Marketing and Comms
The Dose Makes the Poison:
Why We Must Read Cosmetics Labels

The controversial Free Trade Agreement (Transatlantic Trade and Investment Partnership) being negotiated by the EU and the US gives the green light for the sale of over a thousand American cosmetics in Europe, the marketing of which is actually banned in the EU.

If nothing else, this should remind us of the importance of knowing what we’re buying: Ingredients such as parabens, mineral oils and other petroleum derivatives, silicones, SLS, SLES, ethanolamines, PEGs, perfumes and synthetic dyes are, in fact, toxic components used in cosmetics and industrial hygiene products.

If they are toxic, why are companies allowed to use them in these products? As Paracelsus said, "The dose makes the poison": The amounts of these ingredients used in cosmetics are considered "safe" by regulatory authorities. Interestingly, no study has yet to guarantee that these "safe" doses of these chemicals, to which we are exposed every day, do not cause any negative effects on the human body.

Regardless, there are fortunately more and more brands that are making a greater effort to remove toxic chemicals from their products (although at the same time, there are brands that advertise “natural” ingredients despite having the same chemistry).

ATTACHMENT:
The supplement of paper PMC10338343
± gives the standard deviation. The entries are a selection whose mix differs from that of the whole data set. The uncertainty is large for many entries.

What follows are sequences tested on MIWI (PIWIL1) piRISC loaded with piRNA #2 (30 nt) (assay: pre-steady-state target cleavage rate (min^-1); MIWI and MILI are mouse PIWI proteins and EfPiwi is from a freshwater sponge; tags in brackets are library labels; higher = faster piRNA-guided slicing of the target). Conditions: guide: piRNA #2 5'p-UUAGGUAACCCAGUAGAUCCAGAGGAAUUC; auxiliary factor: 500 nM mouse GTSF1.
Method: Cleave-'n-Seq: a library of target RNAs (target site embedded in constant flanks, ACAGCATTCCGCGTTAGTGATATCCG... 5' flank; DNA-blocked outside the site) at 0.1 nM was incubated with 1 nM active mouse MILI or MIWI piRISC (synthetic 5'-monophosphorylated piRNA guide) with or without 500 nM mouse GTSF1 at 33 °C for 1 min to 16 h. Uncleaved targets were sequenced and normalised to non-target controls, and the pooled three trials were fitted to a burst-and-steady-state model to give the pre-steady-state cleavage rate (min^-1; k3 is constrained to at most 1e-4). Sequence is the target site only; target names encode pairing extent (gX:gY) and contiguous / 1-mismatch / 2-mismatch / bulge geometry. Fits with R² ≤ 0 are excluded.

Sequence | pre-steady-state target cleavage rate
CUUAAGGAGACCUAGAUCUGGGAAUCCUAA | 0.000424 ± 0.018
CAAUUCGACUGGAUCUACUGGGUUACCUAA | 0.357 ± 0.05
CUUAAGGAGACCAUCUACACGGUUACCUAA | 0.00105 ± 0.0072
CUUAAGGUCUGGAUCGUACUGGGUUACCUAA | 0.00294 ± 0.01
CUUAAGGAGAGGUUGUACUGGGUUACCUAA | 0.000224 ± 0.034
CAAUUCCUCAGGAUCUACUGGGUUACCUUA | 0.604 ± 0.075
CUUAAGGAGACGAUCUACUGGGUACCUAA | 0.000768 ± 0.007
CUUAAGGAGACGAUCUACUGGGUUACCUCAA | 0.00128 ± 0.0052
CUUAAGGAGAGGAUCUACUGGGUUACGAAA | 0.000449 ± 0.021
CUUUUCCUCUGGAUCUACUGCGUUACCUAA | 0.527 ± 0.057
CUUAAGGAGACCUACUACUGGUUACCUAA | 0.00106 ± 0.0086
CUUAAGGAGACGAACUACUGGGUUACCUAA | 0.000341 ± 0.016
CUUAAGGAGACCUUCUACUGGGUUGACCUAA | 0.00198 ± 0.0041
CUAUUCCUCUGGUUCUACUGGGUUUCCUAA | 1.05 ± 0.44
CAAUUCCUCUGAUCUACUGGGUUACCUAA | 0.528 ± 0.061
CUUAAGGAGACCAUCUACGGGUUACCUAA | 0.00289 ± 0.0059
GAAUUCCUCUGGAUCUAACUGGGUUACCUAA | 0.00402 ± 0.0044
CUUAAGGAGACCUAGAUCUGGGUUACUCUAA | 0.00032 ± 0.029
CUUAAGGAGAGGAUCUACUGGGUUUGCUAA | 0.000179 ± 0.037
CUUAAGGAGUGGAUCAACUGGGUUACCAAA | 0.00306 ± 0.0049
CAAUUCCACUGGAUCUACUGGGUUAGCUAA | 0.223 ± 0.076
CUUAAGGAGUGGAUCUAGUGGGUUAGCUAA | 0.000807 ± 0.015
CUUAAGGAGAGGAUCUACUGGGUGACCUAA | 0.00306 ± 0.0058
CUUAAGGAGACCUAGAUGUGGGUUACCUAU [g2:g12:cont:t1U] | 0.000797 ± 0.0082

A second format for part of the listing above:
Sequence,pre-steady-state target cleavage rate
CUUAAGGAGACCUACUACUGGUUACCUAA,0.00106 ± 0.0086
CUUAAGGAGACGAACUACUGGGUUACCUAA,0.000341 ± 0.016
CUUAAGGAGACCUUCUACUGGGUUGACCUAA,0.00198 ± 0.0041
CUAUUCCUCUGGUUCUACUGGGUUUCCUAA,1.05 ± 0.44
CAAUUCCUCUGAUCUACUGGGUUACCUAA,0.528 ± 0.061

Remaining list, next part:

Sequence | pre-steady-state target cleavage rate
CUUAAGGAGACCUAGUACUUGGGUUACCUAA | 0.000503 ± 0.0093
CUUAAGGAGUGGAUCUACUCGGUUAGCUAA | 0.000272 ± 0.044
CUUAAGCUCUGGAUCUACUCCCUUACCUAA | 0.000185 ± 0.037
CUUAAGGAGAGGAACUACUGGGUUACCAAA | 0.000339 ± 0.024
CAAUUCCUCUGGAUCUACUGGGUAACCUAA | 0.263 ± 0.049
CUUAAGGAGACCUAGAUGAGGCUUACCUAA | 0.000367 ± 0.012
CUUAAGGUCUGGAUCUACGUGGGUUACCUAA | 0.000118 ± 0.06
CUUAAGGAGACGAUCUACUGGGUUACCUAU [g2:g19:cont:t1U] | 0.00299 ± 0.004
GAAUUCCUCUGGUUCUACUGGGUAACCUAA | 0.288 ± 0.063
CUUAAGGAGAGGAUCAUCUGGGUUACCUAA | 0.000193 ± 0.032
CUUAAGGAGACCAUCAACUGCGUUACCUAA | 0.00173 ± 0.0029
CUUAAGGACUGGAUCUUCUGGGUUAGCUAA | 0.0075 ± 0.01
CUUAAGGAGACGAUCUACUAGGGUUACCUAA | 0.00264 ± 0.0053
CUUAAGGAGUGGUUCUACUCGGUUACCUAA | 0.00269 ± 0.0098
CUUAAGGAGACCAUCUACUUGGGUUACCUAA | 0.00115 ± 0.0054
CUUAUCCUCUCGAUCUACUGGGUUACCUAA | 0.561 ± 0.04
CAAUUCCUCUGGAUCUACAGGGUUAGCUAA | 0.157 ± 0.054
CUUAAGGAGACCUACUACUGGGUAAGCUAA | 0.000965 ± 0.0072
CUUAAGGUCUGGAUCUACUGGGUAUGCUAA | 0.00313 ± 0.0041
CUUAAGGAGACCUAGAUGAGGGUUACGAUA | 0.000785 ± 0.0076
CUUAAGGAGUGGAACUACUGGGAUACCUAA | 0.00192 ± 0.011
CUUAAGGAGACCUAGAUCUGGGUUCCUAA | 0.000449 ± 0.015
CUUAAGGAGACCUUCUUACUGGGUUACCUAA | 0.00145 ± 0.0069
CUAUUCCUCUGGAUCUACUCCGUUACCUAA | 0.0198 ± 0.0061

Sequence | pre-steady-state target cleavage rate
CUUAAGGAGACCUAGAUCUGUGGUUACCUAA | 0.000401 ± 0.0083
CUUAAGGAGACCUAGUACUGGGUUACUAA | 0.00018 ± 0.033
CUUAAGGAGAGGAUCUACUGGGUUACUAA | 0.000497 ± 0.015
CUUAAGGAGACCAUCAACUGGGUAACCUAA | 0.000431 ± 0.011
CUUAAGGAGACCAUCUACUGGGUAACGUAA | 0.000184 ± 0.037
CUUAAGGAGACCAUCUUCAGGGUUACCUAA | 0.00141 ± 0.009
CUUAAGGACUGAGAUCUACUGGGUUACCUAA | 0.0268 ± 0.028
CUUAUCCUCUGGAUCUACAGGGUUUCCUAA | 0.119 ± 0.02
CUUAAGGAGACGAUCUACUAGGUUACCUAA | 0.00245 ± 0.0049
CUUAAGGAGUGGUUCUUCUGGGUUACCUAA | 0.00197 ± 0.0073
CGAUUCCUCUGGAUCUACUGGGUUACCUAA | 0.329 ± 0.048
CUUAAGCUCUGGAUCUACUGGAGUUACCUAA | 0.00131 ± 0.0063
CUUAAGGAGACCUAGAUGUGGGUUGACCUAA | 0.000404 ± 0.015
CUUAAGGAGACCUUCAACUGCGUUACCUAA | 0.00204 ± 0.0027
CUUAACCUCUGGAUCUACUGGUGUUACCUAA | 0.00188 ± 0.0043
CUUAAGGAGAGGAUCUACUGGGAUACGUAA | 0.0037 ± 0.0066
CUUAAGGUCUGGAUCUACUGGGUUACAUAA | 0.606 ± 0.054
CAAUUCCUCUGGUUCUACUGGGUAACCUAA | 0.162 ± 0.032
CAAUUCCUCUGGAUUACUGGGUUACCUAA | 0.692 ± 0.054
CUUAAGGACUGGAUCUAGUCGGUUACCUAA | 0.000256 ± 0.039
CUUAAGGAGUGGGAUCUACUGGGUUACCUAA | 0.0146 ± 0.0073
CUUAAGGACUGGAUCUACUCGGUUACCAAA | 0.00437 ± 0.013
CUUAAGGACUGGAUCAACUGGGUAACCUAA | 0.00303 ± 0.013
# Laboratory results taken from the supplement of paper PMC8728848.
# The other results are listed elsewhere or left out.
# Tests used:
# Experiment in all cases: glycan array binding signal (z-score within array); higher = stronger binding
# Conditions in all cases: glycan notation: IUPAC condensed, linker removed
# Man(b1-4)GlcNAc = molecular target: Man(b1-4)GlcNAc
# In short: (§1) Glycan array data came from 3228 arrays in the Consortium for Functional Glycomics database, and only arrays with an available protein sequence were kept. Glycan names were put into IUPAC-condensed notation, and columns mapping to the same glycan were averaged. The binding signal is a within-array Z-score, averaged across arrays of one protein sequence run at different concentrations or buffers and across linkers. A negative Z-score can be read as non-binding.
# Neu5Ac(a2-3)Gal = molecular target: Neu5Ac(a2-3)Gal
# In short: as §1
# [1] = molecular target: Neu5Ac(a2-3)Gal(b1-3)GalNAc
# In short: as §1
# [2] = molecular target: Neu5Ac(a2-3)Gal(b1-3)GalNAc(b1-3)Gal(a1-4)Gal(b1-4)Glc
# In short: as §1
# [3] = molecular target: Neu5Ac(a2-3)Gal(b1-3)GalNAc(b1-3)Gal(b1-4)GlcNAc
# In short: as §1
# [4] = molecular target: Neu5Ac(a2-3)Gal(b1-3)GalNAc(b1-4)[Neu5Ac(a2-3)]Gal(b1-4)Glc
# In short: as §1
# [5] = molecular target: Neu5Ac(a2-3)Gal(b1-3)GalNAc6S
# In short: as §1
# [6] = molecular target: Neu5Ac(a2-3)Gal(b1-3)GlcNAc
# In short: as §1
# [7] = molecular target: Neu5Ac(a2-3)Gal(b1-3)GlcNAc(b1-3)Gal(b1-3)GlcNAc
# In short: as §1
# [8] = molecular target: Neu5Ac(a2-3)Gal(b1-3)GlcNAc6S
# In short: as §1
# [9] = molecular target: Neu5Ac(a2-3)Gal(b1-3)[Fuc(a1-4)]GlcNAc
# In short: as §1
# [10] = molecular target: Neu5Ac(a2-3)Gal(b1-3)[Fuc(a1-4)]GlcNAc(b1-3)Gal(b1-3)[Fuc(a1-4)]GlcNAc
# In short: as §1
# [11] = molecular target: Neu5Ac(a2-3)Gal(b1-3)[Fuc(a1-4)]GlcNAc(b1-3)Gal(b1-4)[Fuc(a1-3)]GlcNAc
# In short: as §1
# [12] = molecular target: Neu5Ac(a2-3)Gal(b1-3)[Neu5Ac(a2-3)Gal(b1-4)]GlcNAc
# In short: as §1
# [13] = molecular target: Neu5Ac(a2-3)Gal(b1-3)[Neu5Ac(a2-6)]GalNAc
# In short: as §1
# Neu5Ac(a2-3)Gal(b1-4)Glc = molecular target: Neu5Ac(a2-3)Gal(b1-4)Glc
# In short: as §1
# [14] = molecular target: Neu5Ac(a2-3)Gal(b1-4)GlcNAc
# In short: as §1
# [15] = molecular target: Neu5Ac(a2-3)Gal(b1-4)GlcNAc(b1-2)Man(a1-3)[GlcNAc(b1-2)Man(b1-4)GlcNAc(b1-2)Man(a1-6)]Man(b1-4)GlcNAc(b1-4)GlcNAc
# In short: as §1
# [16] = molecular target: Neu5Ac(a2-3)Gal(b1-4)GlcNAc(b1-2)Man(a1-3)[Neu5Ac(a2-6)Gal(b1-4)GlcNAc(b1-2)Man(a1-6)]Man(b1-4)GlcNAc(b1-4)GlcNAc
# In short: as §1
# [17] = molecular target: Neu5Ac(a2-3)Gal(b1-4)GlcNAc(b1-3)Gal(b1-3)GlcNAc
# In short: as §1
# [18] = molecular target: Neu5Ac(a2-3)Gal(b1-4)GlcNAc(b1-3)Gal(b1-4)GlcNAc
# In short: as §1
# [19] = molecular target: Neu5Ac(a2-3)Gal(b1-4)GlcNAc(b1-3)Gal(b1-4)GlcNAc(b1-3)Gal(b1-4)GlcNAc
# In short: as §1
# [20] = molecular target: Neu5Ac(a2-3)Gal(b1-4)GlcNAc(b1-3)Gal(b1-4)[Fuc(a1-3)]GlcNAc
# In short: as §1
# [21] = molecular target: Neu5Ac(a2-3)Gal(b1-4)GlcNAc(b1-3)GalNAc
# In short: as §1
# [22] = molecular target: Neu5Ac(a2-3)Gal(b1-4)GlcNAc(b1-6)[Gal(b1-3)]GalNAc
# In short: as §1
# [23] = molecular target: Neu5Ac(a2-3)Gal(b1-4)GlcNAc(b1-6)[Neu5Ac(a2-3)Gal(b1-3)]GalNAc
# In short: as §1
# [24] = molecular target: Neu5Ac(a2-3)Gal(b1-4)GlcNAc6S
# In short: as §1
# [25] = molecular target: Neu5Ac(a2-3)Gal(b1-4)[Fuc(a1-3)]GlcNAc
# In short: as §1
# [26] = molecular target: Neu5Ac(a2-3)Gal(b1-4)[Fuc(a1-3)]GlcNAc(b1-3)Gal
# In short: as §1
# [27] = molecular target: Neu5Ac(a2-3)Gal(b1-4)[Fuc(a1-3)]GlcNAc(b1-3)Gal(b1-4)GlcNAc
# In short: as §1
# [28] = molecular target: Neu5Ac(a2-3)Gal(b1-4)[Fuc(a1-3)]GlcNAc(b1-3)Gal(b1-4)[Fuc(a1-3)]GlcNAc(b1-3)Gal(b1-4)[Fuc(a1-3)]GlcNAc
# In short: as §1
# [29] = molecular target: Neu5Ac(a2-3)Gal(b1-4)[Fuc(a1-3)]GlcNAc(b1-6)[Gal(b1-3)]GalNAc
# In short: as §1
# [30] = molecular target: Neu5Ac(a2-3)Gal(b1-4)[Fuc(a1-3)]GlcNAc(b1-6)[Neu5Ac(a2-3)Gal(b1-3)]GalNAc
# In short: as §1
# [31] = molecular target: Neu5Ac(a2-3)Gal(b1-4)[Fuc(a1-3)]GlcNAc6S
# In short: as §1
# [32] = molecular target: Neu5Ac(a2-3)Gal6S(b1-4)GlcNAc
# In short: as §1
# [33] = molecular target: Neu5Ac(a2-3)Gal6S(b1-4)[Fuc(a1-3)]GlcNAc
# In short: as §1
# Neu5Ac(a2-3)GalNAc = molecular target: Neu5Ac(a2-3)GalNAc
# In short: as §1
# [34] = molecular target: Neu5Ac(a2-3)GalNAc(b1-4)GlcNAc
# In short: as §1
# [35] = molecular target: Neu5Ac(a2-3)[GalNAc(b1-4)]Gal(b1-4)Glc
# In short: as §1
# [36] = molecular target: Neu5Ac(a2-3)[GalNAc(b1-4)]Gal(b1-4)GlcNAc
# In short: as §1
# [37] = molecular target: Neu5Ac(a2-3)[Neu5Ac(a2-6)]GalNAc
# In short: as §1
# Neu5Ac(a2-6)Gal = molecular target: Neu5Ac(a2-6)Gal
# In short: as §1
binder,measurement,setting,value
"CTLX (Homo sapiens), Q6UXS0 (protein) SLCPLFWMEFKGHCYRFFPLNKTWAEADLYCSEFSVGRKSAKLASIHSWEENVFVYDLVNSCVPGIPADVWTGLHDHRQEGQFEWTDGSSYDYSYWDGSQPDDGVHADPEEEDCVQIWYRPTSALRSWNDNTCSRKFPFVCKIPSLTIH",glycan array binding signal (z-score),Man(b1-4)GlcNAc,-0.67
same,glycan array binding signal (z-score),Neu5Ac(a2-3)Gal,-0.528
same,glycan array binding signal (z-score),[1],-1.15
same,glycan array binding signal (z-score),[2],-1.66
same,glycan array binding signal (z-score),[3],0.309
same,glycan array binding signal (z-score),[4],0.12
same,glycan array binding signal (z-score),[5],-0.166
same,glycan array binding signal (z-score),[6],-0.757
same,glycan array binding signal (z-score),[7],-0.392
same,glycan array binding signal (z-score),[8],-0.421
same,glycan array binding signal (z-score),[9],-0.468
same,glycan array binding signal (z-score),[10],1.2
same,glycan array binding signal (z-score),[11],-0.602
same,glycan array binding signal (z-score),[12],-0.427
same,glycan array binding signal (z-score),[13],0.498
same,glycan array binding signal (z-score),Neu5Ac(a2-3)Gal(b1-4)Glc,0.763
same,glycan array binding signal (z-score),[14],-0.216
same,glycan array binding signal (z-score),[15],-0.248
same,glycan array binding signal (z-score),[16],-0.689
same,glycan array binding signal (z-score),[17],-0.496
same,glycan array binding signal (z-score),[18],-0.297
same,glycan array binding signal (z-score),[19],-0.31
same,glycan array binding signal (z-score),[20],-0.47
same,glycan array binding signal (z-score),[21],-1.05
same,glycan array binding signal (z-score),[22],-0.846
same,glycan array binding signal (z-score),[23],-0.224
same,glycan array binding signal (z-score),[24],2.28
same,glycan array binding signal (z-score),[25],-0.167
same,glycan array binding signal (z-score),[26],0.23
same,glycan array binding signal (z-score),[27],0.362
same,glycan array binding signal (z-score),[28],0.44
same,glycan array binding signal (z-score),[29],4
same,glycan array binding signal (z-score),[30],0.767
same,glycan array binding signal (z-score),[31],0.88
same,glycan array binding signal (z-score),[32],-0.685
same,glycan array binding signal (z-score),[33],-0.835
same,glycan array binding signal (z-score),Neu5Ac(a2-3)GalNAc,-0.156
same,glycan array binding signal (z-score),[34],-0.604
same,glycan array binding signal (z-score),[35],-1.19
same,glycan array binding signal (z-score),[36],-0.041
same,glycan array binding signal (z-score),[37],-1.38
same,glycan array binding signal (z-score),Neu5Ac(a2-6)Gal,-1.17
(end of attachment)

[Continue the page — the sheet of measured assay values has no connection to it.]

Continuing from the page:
Truly careful personal care products

Dive deep with L'Oréal as the team behind the new Seed Phytonutrients line describes their journey to embed personal wellbeing, ecosystem health and strong community values in all aspects of product development — at SB'19 Detroit, June 3-6.

Out of all of these, L'Occitane was one of the first houses of cosmetics that, on its own initiative, greatly reduced the amount of parabens in its products when the compounds were linked to endocrine disruption. Also, its policy includes always choosing natural substances between two ingredients with the same function. Lush also stands out, with 60 percent chemical-free products, no SLS and SLES preservatives, and organic ingredients.

Moving towards a more natural cosmetic we find companies such as Amie, Yes to Carrots, Keims, Mamamio, Korres Apivita and Japanese Skin Inc, whose success is based on the purity of its components, completely free of parabens and perfumes.

Options exist, so it depends on us — the consumers: With a simple gesture such as reading a label, we can find out many things. By law, ingredients must be listed in order of high to low concentration, so paying attention to the composition of products before choosing which one to buy will help us make better choices.

If we really want to know what we are consuming and push our favorite brands to provide safer options, reading labels is no longer an option — it is an obligation.

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